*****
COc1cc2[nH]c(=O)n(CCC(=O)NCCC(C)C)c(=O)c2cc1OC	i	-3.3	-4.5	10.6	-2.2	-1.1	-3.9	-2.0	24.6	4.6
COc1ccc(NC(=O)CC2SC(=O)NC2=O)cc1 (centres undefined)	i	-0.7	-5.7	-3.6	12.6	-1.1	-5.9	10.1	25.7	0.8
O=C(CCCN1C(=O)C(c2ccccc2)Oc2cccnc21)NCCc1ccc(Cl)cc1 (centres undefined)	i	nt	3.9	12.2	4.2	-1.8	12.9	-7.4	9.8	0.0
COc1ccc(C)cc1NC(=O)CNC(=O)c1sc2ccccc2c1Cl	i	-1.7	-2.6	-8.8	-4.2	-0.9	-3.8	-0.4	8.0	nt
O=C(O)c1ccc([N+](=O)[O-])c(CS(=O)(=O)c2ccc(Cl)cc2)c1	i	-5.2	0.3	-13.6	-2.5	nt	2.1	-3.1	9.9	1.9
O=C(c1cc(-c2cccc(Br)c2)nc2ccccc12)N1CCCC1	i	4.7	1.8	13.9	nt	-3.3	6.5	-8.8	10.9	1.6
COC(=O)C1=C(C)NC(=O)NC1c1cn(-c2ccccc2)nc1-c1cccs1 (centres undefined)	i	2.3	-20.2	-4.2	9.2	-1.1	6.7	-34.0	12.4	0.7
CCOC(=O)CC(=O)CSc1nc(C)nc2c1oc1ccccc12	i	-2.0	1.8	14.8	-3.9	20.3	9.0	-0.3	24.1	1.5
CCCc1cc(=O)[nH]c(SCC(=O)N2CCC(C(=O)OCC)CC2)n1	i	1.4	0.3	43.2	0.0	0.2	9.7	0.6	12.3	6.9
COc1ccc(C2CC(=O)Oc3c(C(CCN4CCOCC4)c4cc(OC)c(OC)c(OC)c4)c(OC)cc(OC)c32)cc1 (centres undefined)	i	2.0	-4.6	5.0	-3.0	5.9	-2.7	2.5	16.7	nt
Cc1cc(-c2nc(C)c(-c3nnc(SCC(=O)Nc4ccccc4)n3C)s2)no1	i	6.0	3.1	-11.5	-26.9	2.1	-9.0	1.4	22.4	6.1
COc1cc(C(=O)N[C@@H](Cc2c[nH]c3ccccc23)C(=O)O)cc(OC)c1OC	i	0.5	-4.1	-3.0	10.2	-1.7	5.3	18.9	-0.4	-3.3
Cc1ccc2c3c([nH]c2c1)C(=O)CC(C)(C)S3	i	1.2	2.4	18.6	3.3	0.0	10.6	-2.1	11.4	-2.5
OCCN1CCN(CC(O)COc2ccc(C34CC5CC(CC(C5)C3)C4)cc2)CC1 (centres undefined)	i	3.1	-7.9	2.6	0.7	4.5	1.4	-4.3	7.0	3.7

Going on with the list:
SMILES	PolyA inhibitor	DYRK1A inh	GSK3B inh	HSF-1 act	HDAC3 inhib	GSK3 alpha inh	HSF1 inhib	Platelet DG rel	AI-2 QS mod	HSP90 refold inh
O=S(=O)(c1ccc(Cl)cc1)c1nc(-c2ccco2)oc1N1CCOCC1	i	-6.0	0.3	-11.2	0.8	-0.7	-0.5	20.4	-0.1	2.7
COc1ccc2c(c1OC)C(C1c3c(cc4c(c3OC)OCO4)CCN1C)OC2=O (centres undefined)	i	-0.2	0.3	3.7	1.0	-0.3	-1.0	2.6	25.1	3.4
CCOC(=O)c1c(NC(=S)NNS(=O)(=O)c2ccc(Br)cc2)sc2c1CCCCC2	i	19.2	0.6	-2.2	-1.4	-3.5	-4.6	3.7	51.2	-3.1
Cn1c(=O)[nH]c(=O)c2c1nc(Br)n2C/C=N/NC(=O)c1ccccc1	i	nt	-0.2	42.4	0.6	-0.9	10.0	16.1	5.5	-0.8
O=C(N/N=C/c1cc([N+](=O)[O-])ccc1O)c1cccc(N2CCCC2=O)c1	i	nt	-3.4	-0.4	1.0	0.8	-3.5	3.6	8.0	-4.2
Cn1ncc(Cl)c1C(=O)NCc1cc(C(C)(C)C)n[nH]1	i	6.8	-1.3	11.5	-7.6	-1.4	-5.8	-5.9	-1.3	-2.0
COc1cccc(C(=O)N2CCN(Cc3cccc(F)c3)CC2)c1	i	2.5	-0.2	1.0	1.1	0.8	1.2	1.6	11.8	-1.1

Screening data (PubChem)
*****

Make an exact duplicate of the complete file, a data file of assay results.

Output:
COc1cc2[nH]c(=O)n(CCC(=O)NCCC(C)C)c(=O)c2cc1OC	i	-3.3	-4.5	10.6	-2.2	-1.1	-3.9	-2.0	24.6	4.6
COc1ccc(NC(=O)CC2SC(=O)NC2=O)cc1 (centres undefined)	i	-0.7	-5.7	-3.6	12.6	-1.1	-5.9	10.1	25.7	0.8
O=C(CCCN1C(=O)C(c2ccccc2)Oc2cccnc21)NCCc1ccc(Cl)cc1 (centres undefined)	i	nt	3.9	12.2	4.2	-1.8	12.9	-7.4	9.8	0.0
COc1ccc(C)cc1NC(=O)CNC(=O)c1sc2ccccc2c1Cl	i	-1.7	-2.6	-8.8	-4.2	-0.9	-3.8	-0.4	8.0	nt
O=C(O)c1ccc([N+](=O)[O-])c(CS(=O)(=O)c2ccc(Cl)cc2)c1	i	-5.2	0.3	-13.6	-2.5	nt	2.1	-3.1	9.9	1.9
O=C(c1cc(-c2cccc(Br)c2)nc2ccccc12)N1CCCC1	i	4.7	1.8	13.9	nt	-3.3	6.5	-8.8	10.9	1.6
COC(=O)C1=C(C)NC(=O)NC1c1cn(-c2ccccc2)nc1-c1cccs1 (centres undefined)	i	2.3	-20.2	-4.2	9.2	-1.1	6.7	-34.0	12.4	0.7
CCOC(=O)CC(=O)CSc1nc(C)nc2c1oc1ccccc12	i	-2.0	1.8	14.8	-3.9	20.3	9.0	-0.3	24.1	1.5
CCCc1cc(=O)[nH]c(SCC(=O)N2CCC(C(=O)OCC)CC2)n1	i	1.4	0.3	43.2	0.0	0.2	9.7	0.6	12.3	6.9
COc1ccc(C2CC(=O)Oc3c(C(CCN4CCOCC4)c4cc(OC)c(OC)c(OC)c4)c(OC)cc(OC)c32)cc1 (centres undefined)	i	2.0	-4.6	5.0	-3.0	5.9	-2.7	2.5	16.7	nt
Cc1cc(-c2nc(C)c(-c3nnc(SCC(=O)Nc4ccccc4)n3C)s2)no1	i	6.0	3.1	-11.5	-26.9	2.1	-9.0	1.4	22.4	6.1
COc1cc(C(=O)N[C@@H](Cc2c[nH]c3ccccc23)C(=O)O)cc(OC)c1OC	i	0.5	-4.1	-3.0	10.2	-1.7	5.3	18.9	-0.4	-3.3
Cc1ccc2c3c([nH]c2c1)C(=O)CC(C)(C)S3	i	1.2	2.4	18.6	3.3	0.0	10.6	-2.1	11.4	-2.5
OCCN1CCN(CC(O)COc2ccc(C34CC5CC(CC(C5)C3)C4)cc2)CC1 (centres undefined)	i	3.1	-7.9	2.6	0.7	4.5	1.4	-4.3	7.0	3.7

Going on with the list:
SMILES	PolyA inhibitor	DYRK1A inh	GSK3B inh	HSF-1 act	HDAC3 inhib	GSK3 alpha inh	HSF1 inhib	Platelet DG rel	AI-2 QS mod	HSP90 refold inh
O=S(=O)(c1ccc(Cl)cc1)c1nc(-c2ccco2)oc1N1CCOCC1	i	-6.0	0.3	-11.2	0.8	-0.7	-0.5	20.4	-0.1	2.7
COc1ccc2c(c1OC)C(C1c3c(cc4c(c3OC)OCO4)CCN1C)OC2=O (centres undefined)	i	-0.2	0.3	3.7	1.0	-0.3	-1.0	2.6	25.1	3.4
CCOC(=O)c1c(NC(=S)NNS(=O)(=O)c2ccc(Br)cc2)sc2c1CCCCC2	i	19.2	0.6	-2.2	-1.4	-3.5	-4.6	3.7	51.2	-3.1
Cn1c(=O)[nH]c(=O)c2c1nc(Br)n2C/C=N/NC(=O)c1ccccc1	i	nt	-0.2	42.4	0.6	-0.9	10.0	16.1	5.5	-0.8
O=C(N/N=C/c1cc([N+](=O)[O-])ccc1O)c1cccc(N2CCCC2=O)c1	i	nt	-3.4	-0.4	1.0	0.8	-3.5	3.6	8.0	-4.2
Cn1ncc(Cl)c1C(=O)NCc1cc(C(C)(C)C)n[nH]1	i	6.8	-1.3	11.5	-7.6	-1.4	-5.8	-5.9	-1.3	-2.0
COc1cccc(C(=O)N2CCN(Cc3cccc(F)c3)CC2)c1	i	2.5	-0.2	1.0	1.1	0.8	1.2	1.6	11.8	-1.1

Screening data (PubChem)